The restaurant-lovers guide to tipping

Restaurant-lovers guide to tipping

Tipping your waiter after they’ve attended to your needs throughout the course of your meal is your choice. You are not obligated to leave a tip. But it’s a physically demanding job that requires excellent customer service, it’s a kind gesture that shows your appreciation.

They rely on that kind gesture more than you may realise.

Why do we tip?

The tip you leave your server is a way to thank them for their attentiveness and good service throughout your meal. Your tip is for that service, not for the food they brought out. If you didn’t like the food, leaving a bad tip only punishes the server. Remember, they had nothing to do with the food preparation.

If you have an issue with the meal itself, but the service was excellent, a generous tip for the server is still in order. You can, and should, address the problem with your actual meal with the manager after that.

How much should I tip?

It’s generally accepted that a 10% tip is the amount you should leave your server after a meal at a sit-down restaurant. A tip isn’t necessary if you’re having a takeaway and you’ve picked up your own food.2 You also aren’t obligated to throw change in the tip jar at takeaway tills, although it’s a nice gesture if you’re so inclined.

What if the service was poor?

There are lots of reasons why you might feel you didn’t get the kind of service you deserved, but leaving a poor tip — or worse, no tip at all — might not be the best course of action. It may feel good in the moment to stick it to the server, but remember that servers are human. They have bad days too, and often situations beyond their control can contribute to delays or long wait times. A far better course of action is to leave the minimum tip and then speak to the manager if there were long delays or you feel your server was rude or unhelpful. You might even get a free meal or some discounts out of it.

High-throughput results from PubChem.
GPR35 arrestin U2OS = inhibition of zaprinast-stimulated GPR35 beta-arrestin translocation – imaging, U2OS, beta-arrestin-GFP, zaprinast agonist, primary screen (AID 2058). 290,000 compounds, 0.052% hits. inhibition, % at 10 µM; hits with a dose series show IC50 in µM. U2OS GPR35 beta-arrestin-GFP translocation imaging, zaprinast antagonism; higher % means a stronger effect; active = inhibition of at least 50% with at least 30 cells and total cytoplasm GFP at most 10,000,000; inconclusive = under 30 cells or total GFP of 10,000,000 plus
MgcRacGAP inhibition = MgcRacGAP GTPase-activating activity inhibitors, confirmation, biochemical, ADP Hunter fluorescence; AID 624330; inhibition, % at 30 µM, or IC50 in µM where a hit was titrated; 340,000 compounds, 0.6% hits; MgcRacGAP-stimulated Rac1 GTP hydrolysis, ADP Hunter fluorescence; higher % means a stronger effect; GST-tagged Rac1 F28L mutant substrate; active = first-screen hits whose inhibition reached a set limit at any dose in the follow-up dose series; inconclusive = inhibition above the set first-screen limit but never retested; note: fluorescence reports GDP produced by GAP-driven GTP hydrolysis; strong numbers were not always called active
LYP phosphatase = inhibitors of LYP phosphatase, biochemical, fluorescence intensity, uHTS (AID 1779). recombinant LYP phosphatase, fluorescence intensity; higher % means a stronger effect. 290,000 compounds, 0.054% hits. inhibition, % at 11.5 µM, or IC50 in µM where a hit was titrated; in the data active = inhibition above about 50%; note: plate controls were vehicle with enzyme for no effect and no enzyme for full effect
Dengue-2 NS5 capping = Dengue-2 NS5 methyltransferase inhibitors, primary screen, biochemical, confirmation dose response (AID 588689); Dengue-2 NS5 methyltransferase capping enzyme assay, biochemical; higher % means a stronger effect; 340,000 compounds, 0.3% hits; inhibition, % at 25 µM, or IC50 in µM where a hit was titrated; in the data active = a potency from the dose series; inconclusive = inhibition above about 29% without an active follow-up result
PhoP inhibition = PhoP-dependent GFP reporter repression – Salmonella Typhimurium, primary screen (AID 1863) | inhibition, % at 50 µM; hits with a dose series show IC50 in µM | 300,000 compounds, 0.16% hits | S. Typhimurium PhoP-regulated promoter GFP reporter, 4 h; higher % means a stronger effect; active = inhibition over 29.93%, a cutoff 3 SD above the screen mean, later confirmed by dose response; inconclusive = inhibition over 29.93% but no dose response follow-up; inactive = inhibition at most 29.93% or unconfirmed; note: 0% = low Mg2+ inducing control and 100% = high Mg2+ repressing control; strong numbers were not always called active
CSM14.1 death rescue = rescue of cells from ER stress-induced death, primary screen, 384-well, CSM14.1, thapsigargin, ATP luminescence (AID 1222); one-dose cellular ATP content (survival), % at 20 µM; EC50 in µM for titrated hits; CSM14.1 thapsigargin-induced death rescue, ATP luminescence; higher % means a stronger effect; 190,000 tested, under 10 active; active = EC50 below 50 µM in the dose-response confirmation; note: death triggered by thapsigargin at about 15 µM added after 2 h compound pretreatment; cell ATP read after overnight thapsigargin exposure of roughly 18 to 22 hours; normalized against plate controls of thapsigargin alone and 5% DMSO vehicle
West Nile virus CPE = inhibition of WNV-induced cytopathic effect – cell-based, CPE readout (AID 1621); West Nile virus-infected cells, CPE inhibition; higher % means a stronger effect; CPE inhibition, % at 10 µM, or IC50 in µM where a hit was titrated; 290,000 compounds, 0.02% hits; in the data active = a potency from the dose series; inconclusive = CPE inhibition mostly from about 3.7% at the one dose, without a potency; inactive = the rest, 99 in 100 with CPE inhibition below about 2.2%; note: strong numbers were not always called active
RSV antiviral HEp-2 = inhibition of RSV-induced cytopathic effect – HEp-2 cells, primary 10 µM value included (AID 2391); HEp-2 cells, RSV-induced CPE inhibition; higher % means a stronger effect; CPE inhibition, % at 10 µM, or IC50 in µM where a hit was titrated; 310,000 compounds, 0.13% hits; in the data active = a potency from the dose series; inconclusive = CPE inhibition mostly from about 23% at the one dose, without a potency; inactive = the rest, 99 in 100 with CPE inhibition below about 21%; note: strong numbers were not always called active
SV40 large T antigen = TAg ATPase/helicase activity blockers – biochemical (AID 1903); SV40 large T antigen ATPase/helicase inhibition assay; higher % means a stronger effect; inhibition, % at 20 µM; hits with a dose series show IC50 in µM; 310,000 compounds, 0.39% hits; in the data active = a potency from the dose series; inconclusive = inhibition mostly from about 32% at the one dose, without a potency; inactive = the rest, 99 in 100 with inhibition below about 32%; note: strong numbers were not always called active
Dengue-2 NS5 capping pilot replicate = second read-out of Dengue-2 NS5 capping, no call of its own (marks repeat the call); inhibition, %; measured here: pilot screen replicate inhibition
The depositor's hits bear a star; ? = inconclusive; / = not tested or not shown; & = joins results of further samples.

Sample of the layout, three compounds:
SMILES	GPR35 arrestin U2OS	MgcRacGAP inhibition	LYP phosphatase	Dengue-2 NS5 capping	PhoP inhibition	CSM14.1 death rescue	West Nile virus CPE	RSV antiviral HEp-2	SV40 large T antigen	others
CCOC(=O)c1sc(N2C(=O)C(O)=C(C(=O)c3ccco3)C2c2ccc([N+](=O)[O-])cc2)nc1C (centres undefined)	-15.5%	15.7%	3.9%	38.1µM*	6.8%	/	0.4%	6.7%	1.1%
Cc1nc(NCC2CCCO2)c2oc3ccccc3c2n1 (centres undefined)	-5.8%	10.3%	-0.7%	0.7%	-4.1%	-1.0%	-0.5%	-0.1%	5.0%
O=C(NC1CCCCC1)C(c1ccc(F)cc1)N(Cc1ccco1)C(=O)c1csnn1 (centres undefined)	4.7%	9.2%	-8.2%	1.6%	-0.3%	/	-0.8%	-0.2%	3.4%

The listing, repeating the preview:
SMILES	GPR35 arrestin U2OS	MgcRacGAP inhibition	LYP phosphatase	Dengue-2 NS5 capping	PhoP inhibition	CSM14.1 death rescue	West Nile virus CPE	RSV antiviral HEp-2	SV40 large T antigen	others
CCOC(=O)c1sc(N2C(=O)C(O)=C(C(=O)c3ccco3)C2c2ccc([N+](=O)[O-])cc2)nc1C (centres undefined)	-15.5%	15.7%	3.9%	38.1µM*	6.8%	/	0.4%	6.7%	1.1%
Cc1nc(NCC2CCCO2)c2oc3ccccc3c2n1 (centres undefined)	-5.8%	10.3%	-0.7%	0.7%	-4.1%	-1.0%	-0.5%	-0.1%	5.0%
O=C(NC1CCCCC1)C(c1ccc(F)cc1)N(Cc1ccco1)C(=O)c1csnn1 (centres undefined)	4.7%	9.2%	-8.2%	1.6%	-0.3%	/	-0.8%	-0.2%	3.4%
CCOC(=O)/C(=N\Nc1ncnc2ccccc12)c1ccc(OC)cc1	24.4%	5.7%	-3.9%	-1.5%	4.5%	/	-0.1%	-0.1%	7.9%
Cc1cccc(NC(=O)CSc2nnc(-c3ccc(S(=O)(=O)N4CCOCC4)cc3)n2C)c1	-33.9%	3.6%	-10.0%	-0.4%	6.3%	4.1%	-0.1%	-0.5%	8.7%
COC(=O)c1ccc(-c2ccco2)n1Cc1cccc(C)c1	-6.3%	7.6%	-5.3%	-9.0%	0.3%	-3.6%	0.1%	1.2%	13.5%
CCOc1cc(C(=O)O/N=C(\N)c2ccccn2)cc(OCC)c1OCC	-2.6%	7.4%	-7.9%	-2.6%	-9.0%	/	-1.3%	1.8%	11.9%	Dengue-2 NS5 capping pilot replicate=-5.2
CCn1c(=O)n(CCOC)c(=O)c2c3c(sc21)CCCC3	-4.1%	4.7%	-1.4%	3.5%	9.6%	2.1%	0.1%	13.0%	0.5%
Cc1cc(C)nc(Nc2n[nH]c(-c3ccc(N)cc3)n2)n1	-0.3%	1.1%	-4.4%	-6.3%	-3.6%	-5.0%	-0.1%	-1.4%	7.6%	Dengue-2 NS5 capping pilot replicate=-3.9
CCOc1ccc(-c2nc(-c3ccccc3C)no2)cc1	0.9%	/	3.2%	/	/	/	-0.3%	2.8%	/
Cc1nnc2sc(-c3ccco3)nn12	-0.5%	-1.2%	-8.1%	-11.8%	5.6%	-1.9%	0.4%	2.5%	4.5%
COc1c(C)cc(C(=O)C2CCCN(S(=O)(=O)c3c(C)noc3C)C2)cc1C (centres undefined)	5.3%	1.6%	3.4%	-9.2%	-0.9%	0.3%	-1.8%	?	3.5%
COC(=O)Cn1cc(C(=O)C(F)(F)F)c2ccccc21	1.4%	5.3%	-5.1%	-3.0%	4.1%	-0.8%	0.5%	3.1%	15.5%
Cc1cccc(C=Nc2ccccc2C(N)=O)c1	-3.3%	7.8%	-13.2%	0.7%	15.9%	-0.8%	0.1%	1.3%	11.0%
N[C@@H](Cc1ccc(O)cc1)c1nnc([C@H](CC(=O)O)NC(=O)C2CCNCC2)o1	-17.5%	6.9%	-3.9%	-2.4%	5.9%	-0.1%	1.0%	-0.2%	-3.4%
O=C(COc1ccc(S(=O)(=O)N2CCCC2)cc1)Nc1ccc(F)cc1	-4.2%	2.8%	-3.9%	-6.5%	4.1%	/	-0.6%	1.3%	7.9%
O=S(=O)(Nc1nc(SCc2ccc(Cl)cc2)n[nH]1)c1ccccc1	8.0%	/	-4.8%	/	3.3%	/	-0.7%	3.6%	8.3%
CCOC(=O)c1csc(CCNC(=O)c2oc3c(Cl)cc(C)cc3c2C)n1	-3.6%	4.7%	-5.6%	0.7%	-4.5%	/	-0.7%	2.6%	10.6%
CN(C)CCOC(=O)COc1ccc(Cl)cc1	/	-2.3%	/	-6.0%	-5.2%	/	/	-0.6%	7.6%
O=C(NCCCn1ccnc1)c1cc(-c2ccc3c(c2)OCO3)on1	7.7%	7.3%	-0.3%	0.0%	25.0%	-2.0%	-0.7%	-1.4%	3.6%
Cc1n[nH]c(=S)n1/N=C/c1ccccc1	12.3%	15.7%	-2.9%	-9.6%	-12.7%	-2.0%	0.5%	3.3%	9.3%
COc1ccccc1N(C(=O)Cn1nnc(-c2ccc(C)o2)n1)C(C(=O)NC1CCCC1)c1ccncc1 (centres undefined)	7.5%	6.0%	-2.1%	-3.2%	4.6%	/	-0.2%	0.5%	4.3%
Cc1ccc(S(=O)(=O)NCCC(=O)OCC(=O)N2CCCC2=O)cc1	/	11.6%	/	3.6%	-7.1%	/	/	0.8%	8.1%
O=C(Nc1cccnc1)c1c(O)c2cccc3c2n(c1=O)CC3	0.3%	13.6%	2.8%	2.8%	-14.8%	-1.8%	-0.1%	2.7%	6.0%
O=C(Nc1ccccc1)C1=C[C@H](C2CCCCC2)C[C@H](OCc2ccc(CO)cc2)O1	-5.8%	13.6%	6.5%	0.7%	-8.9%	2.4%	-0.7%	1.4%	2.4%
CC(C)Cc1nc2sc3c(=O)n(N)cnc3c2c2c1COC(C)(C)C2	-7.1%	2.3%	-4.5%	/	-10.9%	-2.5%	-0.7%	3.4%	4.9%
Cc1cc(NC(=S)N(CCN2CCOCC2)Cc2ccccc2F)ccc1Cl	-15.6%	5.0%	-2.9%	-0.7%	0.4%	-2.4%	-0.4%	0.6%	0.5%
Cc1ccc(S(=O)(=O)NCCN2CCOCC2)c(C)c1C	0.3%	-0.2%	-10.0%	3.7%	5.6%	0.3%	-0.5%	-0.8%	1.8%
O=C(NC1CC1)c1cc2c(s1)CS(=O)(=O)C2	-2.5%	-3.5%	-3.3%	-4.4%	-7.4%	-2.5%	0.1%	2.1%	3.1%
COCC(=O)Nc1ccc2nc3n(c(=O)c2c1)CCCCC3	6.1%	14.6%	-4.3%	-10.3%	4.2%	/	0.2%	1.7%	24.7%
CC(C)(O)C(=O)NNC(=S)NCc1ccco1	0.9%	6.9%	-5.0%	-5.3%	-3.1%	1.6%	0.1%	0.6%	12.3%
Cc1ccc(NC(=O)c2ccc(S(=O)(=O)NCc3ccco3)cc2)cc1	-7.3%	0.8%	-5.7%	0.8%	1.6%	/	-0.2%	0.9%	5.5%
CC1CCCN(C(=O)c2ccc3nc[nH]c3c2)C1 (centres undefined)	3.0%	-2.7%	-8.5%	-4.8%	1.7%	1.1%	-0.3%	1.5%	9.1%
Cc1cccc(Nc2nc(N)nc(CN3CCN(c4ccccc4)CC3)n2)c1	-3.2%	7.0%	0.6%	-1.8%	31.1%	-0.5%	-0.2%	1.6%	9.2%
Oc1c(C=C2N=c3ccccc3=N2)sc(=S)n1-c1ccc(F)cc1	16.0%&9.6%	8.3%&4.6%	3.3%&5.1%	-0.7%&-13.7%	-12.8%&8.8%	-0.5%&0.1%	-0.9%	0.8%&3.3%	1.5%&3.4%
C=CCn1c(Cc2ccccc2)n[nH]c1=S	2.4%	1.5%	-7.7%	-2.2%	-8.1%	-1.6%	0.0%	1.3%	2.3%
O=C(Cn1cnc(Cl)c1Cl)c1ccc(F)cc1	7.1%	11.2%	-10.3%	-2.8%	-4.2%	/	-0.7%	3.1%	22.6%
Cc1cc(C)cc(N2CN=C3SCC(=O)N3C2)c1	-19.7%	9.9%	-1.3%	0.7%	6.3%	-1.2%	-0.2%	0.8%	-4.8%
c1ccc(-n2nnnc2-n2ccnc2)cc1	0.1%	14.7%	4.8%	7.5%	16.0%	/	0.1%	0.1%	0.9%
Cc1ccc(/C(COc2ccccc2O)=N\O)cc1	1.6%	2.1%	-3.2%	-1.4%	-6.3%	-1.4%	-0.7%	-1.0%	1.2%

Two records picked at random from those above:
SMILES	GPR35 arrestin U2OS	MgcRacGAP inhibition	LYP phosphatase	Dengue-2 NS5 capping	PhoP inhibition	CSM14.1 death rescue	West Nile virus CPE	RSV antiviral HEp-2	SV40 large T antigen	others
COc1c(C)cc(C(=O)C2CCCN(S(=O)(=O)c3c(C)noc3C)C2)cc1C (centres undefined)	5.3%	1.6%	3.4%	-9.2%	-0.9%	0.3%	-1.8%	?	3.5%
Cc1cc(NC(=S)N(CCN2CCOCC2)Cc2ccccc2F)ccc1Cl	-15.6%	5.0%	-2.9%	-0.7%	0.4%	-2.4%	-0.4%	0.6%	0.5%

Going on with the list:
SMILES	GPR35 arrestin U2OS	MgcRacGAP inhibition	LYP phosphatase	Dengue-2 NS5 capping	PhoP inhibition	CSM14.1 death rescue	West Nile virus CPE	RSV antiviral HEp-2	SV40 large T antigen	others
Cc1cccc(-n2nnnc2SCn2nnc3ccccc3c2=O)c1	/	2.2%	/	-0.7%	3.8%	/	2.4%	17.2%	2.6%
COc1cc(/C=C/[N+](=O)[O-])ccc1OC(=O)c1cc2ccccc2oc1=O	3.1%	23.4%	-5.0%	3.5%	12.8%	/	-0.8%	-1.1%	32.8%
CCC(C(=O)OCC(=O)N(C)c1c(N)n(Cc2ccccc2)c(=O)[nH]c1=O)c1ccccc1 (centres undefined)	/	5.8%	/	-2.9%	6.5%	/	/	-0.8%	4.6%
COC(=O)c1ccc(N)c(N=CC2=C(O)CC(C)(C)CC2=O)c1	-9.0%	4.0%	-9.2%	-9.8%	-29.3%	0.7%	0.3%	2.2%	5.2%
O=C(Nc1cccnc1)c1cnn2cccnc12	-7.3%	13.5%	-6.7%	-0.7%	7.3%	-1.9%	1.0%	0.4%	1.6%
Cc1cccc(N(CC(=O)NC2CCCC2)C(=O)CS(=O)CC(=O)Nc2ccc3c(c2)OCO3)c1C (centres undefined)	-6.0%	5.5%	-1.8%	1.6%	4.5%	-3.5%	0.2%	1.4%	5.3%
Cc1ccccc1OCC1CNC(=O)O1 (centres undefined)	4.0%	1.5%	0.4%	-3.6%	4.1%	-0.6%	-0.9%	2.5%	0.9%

What if the food wasn’t good?

Food prep and quality isn’t the server’s responsibility, so they shouldn’t be penalised when food isn’t up to par. Tell your waiter if your food is cold, overcooked, or too salty, and give the restaurant a chance to make it right. If you’re still not satisfied with the food, tip your waiter for trying their best and then speak to the manager about the poor food quality.

What if we’re just having drinks at the bar?

In the UK it’s not necessary to tip a bartender, but if you get exceptionally good service it’s kind to offer a small sum. Tripsavvy recommends offering the price of half a pint of beer and saying something like, “have one for yourself.”

What should I tip when I’m travelling?

It’s good to remember that common tipping practices in your country may not be the same in other parts of the world. For example, in the UK you generally don’t tip at all if service is poor,3 and in many European countries, a service charge is automatically added to the bill, making tipping unnecessary.4 If you’re planning a trip to another country, make sure to do a bit of research so you don’t end up over- or under-tipping when you’re eating out.

When you can save money on products, services and attractions, you can comfortably leave room in your budget to leave good tips.  

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